Not only do the technological advances help with the appearances, they’ve also helped create waterproof and resistant options, like our Aquaflor line. To find out more about Aquaflor, check out our other blog here.
- It’s Cheaper Than Wood
That’s right! Laminate wood flooring can look and feel like the real material, but without the high price. This makes it perfect for the budget-conscious homeowner. We could all go for an option that’ll save us some money, right?
- Easy Installation
Another advantage of laminate flooring is that it’s pretty much the easiest flooring to install for the typical DIYer. A lot of that is due to the fact that laminate forms a floating floor, meaning it doesn’t have to be nailed, stapled or glued to a subfloor. The other reason laminate is so easy to install has to do with how the planks attach together.
While it’s great for a DIY project, it’s also of course worth being safe and spending a few extra bucks to get it installed correctly by a professional.
Cons of Laminate Flooring
And just like any material, there are also some disadvantages. But don’t worry, there aren’t many.
- Moisture Damage
At its core, laminate flooring is made from a composite material called high density fiberboard (HDF), which is more susceptible to water damage than natural wood. Once HDF is exposed directly to standing water, it breaks down and expands. One that happens, a laminate floor is compromised and will have to be replaced. That limits the areas where laminate can be installed, ruling out places like bathrooms where regular exposure to water is commonplace.
Laminate’s glossy top layer makes it resistant to spills, but it’s not recommended for wet areas like bathrooms. If water stands on the floor and is able to soak between the planks, it can cause the floor to swell and the layers to peel apart.
Critics of laminate flooring argue that while this flooring type can be used in areas where moisture is present, it can fail with heavy moisture. Moreover, it cannot withstand too much water exposure and standing water like in a flooded basement or kitchen. If laminate flooring is soaked in water for a long time, it can expand and break down. Therefore, it will need to be replaced.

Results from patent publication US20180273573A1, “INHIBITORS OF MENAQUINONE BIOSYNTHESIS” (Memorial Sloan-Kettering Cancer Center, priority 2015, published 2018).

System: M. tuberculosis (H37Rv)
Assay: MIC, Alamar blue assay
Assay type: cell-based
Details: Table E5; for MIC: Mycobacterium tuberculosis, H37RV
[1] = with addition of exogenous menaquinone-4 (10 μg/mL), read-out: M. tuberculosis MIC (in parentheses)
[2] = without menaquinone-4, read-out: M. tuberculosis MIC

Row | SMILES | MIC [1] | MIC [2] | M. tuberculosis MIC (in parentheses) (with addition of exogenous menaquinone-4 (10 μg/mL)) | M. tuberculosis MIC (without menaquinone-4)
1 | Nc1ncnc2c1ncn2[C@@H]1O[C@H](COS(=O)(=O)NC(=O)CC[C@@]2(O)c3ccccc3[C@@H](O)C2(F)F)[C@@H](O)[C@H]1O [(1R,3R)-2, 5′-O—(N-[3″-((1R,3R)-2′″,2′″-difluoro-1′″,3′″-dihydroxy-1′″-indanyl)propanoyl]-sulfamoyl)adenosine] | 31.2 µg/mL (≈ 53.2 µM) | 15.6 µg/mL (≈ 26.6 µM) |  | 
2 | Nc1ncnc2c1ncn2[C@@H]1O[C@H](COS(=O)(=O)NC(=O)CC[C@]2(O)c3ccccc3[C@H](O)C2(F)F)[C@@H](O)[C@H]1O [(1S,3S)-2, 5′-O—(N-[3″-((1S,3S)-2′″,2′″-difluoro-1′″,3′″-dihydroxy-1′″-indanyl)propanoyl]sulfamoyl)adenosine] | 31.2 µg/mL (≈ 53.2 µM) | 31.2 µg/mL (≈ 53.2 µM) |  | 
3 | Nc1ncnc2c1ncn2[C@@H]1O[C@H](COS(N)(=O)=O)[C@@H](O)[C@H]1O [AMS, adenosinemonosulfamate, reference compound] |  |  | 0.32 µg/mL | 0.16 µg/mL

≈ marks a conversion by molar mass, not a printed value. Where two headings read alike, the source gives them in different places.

- Can’t Be Refinished
Hardwood can be refinished many times to keep it looking fresh and new. Laminate flooring is the opposite. Unfortunately, since it has the fiberboard core and thin wood-look (or stone-look) layer on top, you don’t have the option of refinishing it. Because once that thin layer gets worn out, the whole floor will have to be replaced.
Now you can see whylaminate flooring continues to grow in popularity throughout American homes today—it’s durable, easy to clean and maintain, has authentic hardwood aesthetic, not super expensive and DIY-friendly.
Does this make you ready to add laminate to your home? Then make sure you stop by one of our locations to pick out the perfect laminate flooring for you!
At Avalon Flooring, we want to make sure you’re happy from your first step in our showroom to your first step on your new flooring—and as your partner in home design, we’ll be there every step along the way. Consider us your “One-Stop Shopping” destination for all things flooring…(and window treatments)!
Our design consultants are equipped with the knowledge to guide you through the wide selection of products we offer, and our expert installation team is professionally trained to make sure everything gets installed the way you envision. We know your home is an expression of your sense of style, and we’re here to make sure you’ll be proud of it for years to come.
If you have any questions, please email us.